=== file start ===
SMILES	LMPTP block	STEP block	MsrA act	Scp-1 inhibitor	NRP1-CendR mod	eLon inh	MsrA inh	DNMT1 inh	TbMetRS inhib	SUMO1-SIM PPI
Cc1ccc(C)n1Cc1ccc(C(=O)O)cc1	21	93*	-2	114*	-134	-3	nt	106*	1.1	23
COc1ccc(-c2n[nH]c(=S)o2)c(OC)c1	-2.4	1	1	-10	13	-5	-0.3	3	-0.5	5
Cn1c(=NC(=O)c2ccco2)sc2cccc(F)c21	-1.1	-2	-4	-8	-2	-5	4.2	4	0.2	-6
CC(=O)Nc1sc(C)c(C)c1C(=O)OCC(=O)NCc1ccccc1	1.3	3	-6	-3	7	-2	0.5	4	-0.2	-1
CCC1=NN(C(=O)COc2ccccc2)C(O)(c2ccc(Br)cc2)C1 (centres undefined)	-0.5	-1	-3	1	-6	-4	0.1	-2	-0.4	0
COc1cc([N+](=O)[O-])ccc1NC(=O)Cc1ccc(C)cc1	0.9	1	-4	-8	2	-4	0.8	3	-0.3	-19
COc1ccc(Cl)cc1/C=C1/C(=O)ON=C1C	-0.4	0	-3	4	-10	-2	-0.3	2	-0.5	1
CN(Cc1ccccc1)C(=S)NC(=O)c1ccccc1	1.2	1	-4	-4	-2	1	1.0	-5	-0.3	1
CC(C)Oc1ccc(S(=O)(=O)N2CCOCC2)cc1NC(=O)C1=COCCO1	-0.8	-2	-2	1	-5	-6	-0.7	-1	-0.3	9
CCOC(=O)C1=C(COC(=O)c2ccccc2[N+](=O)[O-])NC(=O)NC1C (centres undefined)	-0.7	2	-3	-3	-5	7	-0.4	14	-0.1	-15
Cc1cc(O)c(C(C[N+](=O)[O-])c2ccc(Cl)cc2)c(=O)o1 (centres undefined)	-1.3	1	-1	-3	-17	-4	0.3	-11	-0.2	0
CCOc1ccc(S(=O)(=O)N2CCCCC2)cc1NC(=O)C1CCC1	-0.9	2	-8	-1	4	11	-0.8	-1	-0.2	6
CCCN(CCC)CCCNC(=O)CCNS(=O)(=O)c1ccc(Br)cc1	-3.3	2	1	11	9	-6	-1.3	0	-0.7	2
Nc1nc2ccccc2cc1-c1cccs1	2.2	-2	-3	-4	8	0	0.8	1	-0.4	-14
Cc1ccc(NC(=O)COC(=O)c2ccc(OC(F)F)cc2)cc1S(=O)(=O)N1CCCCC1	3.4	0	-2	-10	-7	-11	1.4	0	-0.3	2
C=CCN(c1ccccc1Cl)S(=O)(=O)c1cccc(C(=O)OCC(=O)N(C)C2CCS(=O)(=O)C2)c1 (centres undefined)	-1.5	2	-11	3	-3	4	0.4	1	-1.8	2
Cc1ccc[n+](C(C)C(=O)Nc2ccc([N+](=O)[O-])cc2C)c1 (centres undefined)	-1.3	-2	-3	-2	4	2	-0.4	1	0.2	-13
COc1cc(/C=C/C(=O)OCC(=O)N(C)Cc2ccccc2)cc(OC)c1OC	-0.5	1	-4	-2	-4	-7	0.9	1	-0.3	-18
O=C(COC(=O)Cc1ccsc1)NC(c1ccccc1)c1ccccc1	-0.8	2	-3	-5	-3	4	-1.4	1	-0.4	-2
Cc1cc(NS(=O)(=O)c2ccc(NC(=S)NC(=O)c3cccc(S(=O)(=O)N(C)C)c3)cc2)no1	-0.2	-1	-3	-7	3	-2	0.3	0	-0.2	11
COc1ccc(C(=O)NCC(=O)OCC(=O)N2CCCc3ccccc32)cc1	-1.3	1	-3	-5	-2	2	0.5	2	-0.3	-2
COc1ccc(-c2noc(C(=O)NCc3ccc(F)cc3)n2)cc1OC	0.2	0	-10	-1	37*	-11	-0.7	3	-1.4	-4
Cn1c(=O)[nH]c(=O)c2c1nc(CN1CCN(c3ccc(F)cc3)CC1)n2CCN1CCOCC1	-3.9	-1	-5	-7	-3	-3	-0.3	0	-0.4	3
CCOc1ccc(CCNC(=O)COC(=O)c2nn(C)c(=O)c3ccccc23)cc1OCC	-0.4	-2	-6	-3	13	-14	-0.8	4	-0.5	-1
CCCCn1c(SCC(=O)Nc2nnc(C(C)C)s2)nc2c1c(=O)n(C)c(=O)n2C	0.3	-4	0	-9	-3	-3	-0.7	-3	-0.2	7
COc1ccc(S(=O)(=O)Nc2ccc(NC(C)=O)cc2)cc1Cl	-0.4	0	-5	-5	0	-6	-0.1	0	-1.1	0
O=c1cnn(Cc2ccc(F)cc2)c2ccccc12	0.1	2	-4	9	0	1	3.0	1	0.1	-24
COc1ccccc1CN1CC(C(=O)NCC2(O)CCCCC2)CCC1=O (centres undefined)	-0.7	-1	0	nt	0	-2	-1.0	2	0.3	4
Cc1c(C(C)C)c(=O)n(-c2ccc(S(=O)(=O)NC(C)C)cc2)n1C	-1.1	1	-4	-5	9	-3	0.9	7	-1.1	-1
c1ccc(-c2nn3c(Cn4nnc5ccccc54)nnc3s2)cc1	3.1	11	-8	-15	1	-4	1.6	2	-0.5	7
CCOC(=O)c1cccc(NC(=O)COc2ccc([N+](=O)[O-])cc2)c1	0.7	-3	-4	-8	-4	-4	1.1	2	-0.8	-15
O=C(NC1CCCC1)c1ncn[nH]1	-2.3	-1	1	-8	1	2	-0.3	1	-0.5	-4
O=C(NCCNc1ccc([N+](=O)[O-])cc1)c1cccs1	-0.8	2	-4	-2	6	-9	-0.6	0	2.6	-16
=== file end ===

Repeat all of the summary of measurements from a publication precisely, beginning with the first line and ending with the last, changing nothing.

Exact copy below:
SMILES	LMPTP block	STEP block	MsrA act	Scp-1 inhibitor	NRP1-CendR mod	eLon inh	MsrA inh	DNMT1 inh	TbMetRS inhib	SUMO1-SIM PPI
Cc1ccc(C)n1Cc1ccc(C(=O)O)cc1	21	93*	-2	114*	-134	-3	nt	106*	1.1	23
COc1ccc(-c2n[nH]c(=S)o2)c(OC)c1	-2.4	1	1	-10	13	-5	-0.3	3	-0.5	5
Cn1c(=NC(=O)c2ccco2)sc2cccc(F)c21	-1.1	-2	-4	-8	-2	-5	4.2	4	0.2	-6
CC(=O)Nc1sc(C)c(C)c1C(=O)OCC(=O)NCc1ccccc1	1.3	3	-6	-3	7	-2	0.5	4	-0.2	-1
CCC1=NN(C(=O)COc2ccccc2)C(O)(c2ccc(Br)cc2)C1 (centres undefined)	-0.5	-1	-3	1	-6	-4	0.1	-2	-0.4	0
COc1cc([N+](=O)[O-])ccc1NC(=O)Cc1ccc(C)cc1	0.9	1	-4	-8	2	-4	0.8	3	-0.3	-19
COc1ccc(Cl)cc1/C=C1/C(=O)ON=C1C	-0.4	0	-3	4	-10	-2	-0.3	2	-0.5	1
CN(Cc1ccccc1)C(=S)NC(=O)c1ccccc1	1.2	1	-4	-4	-2	1	1.0	-5	-0.3	1
CC(C)Oc1ccc(S(=O)(=O)N2CCOCC2)cc1NC(=O)C1=COCCO1	-0.8	-2	-2	1	-5	-6	-0.7	-1	-0.3	9
CCOC(=O)C1=C(COC(=O)c2ccccc2[N+](=O)[O-])NC(=O)NC1C (centres undefined)	-0.7	2	-3	-3	-5	7	-0.4	14	-0.1	-15
Cc1cc(O)c(C(C[N+](=O)[O-])c2ccc(Cl)cc2)c(=O)o1 (centres undefined)	-1.3	1	-1	-3	-17	-4	0.3	-11	-0.2	0
CCOc1ccc(S(=O)(=O)N2CCCCC2)cc1NC(=O)C1CCC1	-0.9	2	-8	-1	4	11	-0.8	-1	-0.2	6
CCCN(CCC)CCCNC(=O)CCNS(=O)(=O)c1ccc(Br)cc1	-3.3	2	1	11	9	-6	-1.3	0	-0.7	2
Nc1nc2ccccc2cc1-c1cccs1	2.2	-2	-3	-4	8	0	0.8	1	-0.4	-14
Cc1ccc(NC(=O)COC(=O)c2ccc(OC(F)F)cc2)cc1S(=O)(=O)N1CCCCC1	3.4	0	-2	-10	-7	-11	1.4	0	-0.3	2
C=CCN(c1ccccc1Cl)S(=O)(=O)c1cccc(C(=O)OCC(=O)N(C)C2CCS(=O)(=O)C2)c1 (centres undefined)	-1.5	2	-11	3	-3	4	0.4	1	-1.8	2
Cc1ccc[n+](C(C)C(=O)Nc2ccc([N+](=O)[O-])cc2C)c1 (centres undefined)	-1.3	-2	-3	-2	4	2	-0.4	1	0.2	-13
COc1cc(/C=C/C(=O)OCC(=O)N(C)Cc2ccccc2)cc(OC)c1OC	-0.5	1	-4	-2	-4	-7	0.9	1	-0.3	-18
O=C(COC(=O)Cc1ccsc1)NC(c1ccccc1)c1ccccc1	-0.8	2	-3	-5	-3	4	-1.4	1	-0.4	-2
Cc1cc(NS(=O)(=O)c2ccc(NC(=S)NC(=O)c3cccc(S(=O)(=O)N(C)C)c3)cc2)no1	-0.2	-1	-3	-7	3	-2	0.3	0	-0.2	11
COc1ccc(C(=O)NCC(=O)OCC(=O)N2CCCc3ccccc32)cc1	-1.3	1	-3	-5	-2	2	0.5	2	-0.3	-2
COc1ccc(-c2noc(C(=O)NCc3ccc(F)cc3)n2)cc1OC	0.2	0	-10	-1	37*	-11	-0.7	3	-1.4	-4
Cn1c(=O)[nH]c(=O)c2c1nc(CN1CCN(c3ccc(F)cc3)CC1)n2CCN1CCOCC1	-3.9	-1	-5	-7	-3	-3	-0.3	0	-0.4	3
CCOc1ccc(CCNC(=O)COC(=O)c2nn(C)c(=O)c3ccccc23)cc1OCC	-0.4	-2	-6	-3	13	-14	-0.8	4	-0.5	-1
CCCCn1c(SCC(=O)Nc2nnc(C(C)C)s2)nc2c1c(=O)n(C)c(=O)n2C	0.3	-4	0	-9	-3	-3	-0.7	-3	-0.2	7
COc1ccc(S(=O)(=O)Nc2ccc(NC(C)=O)cc2)cc1Cl	-0.4	0	-5	-5	0	-6	-0.1	0	-1.1	0
O=c1cnn(Cc2ccc(F)cc2)c2ccccc12	0.1	2	-4	9	0	1	3.0	1	0.1	-24
COc1ccccc1CN1CC(C(=O)NCC2(O)CCCCC2)CCC1=O (centres undefined)	-0.7	-1	0	nt	0	-2	-1.0	2	0.3	4
Cc1c(C(C)C)c(=O)n(-c2ccc(S(=O)(=O)NC(C)C)cc2)n1C	-1.1	1	-4	-5	9	-3	0.9	7	-1.1	-1
c1ccc(-c2nn3c(Cn4nnc5ccccc54)nnc3s2)cc1	3.1	11	-8	-15	1	-4	1.6	2	-0.5	7
CCOC(=O)c1cccc(NC(=O)COc2ccc([N+](=O)[O-])cc2)c1	0.7	-3	-4	-8	-4	-4	1.1	2	-0.8	-15
O=C(NC1CCCC1)c1ncn[nH]1	-2.3	-1	1	-8	1	2	-0.3	1	-0.5	-4
O=C(NCCNc1ccc([N+](=O)[O-])cc1)c1cccs1	-0.8	2	-4	-2	6	-9	-0.6	0	2.6	-16